Münchner flânerie – Munich observations
by Melih Levi
I participated in a language course at the Ludwig Maximilian University in Munich in summer 2013 and quickly fell in love with the Bavarian lifestyle. It was a pleasure to meet new people, walk around the Englischer Garten and visit various beer gardens. If the Lederhosen hadn’t been so expensive, I would have bought a pair and walked around Oxford in them! A few observations from my time there, of the people, the history, and the culture, stood out.
A friend and I were walking through Marienplatz (left) and every few minutes we stopped to admire the street musicians. I was told that in Munich the musicians have to go through auditions before they can be assigned to busk in specific parts of the city. So you can spend a whole night just going from one musician to another and admiring their tunes! We heard Vivaldi, tango, Strauss, Turkish Qanun and Libertango. Passers-by would even pause and begin dancing. My favourite moment, however, was when a middle-aged lady from the audience took the liberty of stepping forward and dancing in a balletic way to the music.
Music seems to be engrained in Munich life: Later that night, I was having dinner with a German family. The father made a remark before we began to eat and then started to hum. I didn’t know how to react. But, first, everybody around the table carefully listened to the melody and after a while, they all joined in – it became “das Leitmotiv der Nacht”, and whenever there was an awkward silence, everyone began to sing the tune. I thought this was a lovely way to find meaning in silence and be together.
I visited the Jewish Museum in Munich (right; photo: Maximilian Dörrbecker) and listened to many stories and looked at many black and white images of this city’s Jewish residents during World War II. As I listened to sections from the memoirs and heard their unique voices, I tried to hear them through the pictures. At this moment I was struck by the common tragedy of looking at black and white photos, because the colours are a constant reminder of the past and automatically establish a distance between the individuals and us. But hearing their words, taken from various memoirs, I was reminded of the humanness and closeness of the individuals in these pictures. Maybe, I thought, this man also enjoyed reading Romantic poetry, or he also spent sleepless nights thinking about the girl he loved, or he also enjoyed waking up early to watch the sunrise. Obviously, he felt all those, he was another human being, but hearing their words allowed me the experience of the Whitmanian notion of Brudermensch (humanity) and reminded me of the importance of peeling away the superficial aspect of old photographs and of connecting with the individuals on a more spiritual level. It made me think of an American short story entitled “The German Refugee” by Bernard Malamud. He thinks about precisely that relationship between the Whitmanian notion of Brudermensch (which was emulated by the authors of the Weimar Republic) and the Holocaust.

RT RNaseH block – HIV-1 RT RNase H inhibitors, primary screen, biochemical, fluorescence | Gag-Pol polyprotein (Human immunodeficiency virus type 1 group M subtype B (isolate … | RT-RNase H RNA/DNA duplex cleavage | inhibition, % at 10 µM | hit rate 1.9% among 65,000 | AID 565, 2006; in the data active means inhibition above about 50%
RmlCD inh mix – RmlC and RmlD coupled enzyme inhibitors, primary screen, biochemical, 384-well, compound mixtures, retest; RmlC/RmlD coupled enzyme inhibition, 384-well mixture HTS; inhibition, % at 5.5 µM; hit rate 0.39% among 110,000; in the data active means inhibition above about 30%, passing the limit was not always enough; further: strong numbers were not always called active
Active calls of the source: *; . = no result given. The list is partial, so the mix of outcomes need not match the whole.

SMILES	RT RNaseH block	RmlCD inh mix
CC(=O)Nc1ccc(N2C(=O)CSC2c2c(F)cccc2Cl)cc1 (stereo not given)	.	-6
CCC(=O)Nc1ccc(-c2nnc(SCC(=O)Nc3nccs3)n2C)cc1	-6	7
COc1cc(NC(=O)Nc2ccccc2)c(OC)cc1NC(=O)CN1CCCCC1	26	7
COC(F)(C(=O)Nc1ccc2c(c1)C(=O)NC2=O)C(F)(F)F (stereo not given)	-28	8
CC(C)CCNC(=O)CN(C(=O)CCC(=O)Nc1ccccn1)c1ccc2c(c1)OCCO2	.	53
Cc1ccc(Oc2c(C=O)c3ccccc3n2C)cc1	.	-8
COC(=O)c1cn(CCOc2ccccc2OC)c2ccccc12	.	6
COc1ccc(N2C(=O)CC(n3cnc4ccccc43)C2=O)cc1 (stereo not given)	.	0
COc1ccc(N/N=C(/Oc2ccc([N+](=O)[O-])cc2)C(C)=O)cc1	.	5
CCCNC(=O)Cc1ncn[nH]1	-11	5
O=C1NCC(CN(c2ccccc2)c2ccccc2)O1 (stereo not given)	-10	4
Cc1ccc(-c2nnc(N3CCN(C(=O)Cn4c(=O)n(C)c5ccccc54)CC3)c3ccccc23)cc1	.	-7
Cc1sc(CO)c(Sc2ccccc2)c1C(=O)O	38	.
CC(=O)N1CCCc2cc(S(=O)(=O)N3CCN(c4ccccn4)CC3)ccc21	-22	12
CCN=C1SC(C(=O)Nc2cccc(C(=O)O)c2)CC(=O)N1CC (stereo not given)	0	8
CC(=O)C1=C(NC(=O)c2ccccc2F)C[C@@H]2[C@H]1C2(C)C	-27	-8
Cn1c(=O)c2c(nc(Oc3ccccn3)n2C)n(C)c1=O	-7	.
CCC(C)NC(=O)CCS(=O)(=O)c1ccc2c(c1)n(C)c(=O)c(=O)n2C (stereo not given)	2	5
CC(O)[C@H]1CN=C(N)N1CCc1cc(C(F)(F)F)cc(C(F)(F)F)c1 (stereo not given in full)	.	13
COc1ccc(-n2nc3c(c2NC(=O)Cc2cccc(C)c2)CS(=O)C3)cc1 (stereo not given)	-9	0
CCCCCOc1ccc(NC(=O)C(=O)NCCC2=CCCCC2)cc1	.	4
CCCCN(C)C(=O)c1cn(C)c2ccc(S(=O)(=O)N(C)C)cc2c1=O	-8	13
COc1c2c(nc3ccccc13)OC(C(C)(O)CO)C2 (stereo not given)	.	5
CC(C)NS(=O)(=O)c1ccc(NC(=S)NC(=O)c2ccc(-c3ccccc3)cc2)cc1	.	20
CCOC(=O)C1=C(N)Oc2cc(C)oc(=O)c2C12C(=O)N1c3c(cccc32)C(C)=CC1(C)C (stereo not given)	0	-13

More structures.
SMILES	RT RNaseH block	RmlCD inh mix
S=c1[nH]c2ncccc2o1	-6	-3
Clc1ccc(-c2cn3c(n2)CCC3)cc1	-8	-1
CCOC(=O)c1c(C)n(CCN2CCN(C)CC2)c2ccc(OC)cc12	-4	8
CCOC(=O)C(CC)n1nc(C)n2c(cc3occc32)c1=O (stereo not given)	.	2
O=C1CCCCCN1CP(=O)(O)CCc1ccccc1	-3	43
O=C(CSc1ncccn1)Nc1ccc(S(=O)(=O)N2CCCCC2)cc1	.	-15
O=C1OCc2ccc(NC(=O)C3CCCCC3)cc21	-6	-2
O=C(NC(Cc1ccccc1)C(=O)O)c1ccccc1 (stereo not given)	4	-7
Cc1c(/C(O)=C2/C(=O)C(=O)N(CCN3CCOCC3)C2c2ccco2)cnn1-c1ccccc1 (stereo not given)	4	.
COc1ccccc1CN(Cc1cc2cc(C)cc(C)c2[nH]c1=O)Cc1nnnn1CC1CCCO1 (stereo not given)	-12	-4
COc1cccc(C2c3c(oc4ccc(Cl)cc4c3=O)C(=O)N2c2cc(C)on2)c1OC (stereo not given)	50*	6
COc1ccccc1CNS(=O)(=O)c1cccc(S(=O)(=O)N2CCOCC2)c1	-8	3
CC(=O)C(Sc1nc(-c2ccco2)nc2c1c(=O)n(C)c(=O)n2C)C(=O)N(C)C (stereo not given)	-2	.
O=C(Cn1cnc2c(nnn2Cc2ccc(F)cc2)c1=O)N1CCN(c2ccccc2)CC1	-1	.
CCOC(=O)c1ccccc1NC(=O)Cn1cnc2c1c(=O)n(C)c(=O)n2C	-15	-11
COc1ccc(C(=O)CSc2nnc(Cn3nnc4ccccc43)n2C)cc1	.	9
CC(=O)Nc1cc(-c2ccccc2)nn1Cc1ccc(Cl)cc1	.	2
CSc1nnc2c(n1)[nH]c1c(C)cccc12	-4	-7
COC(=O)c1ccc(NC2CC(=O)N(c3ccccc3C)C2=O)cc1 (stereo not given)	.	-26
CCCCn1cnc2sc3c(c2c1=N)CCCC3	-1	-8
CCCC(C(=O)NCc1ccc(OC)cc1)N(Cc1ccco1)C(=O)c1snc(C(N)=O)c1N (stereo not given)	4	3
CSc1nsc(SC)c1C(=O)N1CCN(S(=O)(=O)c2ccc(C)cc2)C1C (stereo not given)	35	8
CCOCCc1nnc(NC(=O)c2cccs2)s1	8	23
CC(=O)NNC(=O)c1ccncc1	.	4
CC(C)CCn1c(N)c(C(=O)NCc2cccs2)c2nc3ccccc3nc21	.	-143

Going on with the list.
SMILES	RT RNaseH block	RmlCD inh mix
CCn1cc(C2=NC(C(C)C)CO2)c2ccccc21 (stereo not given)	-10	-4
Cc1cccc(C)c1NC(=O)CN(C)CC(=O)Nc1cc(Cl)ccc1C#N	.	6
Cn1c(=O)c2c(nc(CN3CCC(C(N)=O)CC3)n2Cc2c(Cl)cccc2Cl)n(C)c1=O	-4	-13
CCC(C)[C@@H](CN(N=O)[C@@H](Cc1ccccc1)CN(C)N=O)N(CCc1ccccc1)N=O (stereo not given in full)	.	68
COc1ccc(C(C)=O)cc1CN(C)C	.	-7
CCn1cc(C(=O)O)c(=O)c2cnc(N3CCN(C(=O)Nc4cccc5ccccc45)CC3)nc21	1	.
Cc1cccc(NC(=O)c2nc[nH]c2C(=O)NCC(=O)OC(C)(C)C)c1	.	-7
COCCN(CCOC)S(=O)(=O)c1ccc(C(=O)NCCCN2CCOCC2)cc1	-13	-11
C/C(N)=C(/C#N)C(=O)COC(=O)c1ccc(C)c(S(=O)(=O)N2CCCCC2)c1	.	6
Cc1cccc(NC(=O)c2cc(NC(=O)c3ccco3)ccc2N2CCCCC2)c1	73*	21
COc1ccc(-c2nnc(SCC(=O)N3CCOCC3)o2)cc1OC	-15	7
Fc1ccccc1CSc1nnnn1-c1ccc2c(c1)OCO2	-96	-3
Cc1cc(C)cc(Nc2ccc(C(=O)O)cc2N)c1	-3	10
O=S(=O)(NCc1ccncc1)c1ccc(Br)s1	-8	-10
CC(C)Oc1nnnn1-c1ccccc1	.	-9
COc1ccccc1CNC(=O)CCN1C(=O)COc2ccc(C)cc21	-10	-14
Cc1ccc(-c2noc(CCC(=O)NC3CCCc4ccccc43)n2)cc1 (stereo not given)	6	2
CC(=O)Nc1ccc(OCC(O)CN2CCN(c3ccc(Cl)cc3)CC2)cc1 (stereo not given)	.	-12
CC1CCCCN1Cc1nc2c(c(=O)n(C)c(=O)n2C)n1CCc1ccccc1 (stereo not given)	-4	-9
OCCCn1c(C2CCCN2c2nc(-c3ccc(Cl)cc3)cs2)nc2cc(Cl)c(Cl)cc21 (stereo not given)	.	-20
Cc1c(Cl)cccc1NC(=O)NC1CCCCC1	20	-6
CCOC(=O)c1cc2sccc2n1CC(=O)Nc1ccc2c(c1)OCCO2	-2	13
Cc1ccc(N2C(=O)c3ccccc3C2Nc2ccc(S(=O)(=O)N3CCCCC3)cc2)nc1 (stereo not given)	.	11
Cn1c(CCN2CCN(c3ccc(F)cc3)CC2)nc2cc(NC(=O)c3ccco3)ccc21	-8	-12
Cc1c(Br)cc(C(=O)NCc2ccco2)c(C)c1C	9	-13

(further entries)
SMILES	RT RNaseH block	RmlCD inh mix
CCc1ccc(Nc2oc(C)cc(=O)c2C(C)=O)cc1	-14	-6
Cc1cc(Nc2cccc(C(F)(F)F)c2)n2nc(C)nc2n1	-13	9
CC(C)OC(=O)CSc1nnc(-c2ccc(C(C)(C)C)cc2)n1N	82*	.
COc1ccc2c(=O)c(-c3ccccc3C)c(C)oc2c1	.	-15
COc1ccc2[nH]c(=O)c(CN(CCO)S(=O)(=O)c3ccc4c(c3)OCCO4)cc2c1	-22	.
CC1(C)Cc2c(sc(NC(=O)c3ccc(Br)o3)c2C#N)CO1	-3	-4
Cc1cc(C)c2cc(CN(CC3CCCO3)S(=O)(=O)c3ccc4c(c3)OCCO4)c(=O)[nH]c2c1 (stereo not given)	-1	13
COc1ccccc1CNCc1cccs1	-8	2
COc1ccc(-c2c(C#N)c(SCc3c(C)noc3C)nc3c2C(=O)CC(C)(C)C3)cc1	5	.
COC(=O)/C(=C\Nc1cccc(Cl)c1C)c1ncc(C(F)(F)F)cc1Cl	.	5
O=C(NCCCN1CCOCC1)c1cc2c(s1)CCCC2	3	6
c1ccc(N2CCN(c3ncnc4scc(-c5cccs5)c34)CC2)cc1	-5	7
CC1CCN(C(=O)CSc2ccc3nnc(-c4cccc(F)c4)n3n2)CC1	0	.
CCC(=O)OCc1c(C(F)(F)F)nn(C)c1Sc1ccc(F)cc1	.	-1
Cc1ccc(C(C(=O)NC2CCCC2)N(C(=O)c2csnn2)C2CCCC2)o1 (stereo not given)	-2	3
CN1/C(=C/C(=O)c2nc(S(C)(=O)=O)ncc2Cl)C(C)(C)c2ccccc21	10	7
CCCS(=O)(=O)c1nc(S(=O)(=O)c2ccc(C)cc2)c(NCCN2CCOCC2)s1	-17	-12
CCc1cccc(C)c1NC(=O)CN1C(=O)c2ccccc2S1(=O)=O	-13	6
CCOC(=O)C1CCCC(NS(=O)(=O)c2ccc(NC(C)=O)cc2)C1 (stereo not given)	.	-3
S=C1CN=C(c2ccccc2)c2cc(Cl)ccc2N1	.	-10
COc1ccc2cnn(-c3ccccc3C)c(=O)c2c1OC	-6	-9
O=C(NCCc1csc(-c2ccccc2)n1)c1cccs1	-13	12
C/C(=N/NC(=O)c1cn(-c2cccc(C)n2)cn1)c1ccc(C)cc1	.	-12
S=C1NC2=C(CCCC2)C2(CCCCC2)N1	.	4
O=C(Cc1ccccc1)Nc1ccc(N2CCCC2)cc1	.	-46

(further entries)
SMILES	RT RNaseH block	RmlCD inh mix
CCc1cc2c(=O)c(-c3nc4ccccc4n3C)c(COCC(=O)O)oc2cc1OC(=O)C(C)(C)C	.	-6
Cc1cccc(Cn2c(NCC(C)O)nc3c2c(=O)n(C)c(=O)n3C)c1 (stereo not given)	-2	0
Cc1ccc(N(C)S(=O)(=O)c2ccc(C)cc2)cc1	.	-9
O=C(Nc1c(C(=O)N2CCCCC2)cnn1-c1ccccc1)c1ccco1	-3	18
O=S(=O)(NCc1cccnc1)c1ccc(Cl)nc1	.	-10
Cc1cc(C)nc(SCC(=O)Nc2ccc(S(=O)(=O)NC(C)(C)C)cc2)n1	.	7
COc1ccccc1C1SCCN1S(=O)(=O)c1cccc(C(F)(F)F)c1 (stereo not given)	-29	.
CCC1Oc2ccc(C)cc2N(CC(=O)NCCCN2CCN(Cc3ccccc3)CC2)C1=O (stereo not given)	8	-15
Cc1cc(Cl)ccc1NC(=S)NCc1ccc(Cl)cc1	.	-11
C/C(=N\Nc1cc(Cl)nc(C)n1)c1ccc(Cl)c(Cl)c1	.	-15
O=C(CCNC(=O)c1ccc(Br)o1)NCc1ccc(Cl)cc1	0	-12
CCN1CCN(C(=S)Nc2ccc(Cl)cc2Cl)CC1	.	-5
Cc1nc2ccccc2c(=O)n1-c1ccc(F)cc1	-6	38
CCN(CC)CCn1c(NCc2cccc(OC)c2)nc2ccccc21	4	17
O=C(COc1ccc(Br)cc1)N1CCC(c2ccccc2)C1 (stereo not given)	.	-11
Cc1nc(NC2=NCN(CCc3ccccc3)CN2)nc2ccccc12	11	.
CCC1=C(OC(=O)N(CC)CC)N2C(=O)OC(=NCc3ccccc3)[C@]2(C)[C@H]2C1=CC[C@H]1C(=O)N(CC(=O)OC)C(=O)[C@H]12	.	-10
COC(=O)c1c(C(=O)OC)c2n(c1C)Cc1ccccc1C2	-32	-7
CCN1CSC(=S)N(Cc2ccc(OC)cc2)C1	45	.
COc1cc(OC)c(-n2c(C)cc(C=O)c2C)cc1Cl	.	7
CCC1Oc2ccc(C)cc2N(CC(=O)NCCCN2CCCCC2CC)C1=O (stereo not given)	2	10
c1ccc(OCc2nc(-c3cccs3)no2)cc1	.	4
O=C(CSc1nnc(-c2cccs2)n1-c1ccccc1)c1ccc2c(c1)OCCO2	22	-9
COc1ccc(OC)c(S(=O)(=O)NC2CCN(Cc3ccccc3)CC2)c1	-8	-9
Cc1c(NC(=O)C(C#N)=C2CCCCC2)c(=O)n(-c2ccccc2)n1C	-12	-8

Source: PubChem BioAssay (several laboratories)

I also learned about other aspects of German – and Bavarian – history. In my German class, we talked about Ludwig II of Bavaria (left; portrait by Ferdinand von Piloty, 1865) and then visited his famous castle, Neuschwanstein. Ludwig II is one of the most unusual kings I have ever learned about. We started the day with a ‘motto’ of his: “Ein ewiges Rätsel will ich bleiben, mir und den anderen...” – which roughly translates as “I would like to remain a puzzle, a mystery to myself and to others”. There are certainly people who try to be mysterious and there are others who try very hard to seem enigmatic from the outside. But it occurred to me that we rarely hear somebody wanting to remain a puzzle to themselves!
On 23 August 2013, an environmental organisation, “the Slowmotion Network” held an event in Marienplatz, by Sendlinger Strasse: Sigi (Siegfried) Sommer is a famous figure in Munich who lived between 1914 and 1996. He was a writer, journalist and thinker. His occupation is sometimes said to have been “flaneuring”, which derives from a French word meaning to stroll around. He had a daily column, first in Abendzeitung and then in Süddeutsche Zeitung and he continued to write for forty years. His topic? His daily strolls and observations around Munich. His column was called, “Blasius, der Spaziergänger”, or “Blasius, the stroller”. For forty years he went around, watched with painstaking attention and wrote about his observations. In other words, he familiarized people with their surroundings. But the newspapers’ subscribers already lived in Munich, why should they be familiarized? Good question. But we probably don’t ever think about our city from the perspective of a taxi driver, or a gardener, farmer, shop owner, painter, writer, teacher? This is what Sigi Sommer provided his readers with: different perspectives so that might understand the city that was strangely unfamiliar to them. He gave them different eyes and views – and reminded them of the importance of pausing, observing, looking around and thinking.
To commemorate the columnist on his 99th birthday, the Slowmotion Network placed a box around his statue on Sendlinger Strasse (right; photo by Oliver Raupach, 2007). His statue looks like he is casually walking in a flow of other people, his coat unbuttoned, a newspaper under his arm and one hand in his trouser pocket. The box placed around the statue had a small hole on it and the passers-by had to stop to take a look at what was inside. They had to pause, pay attention and think about the meaning of the experience they had just had. Later in the day, passers-by put flowers, newspaper and beer (a very Bavarian tradition!) next to his statue.
Last but not least, I discovered two contemporary authors: Peter Stamm from Switzerland and Daniel Kehlmann from Munich. If you have not read anything by them, I would highly recommend them!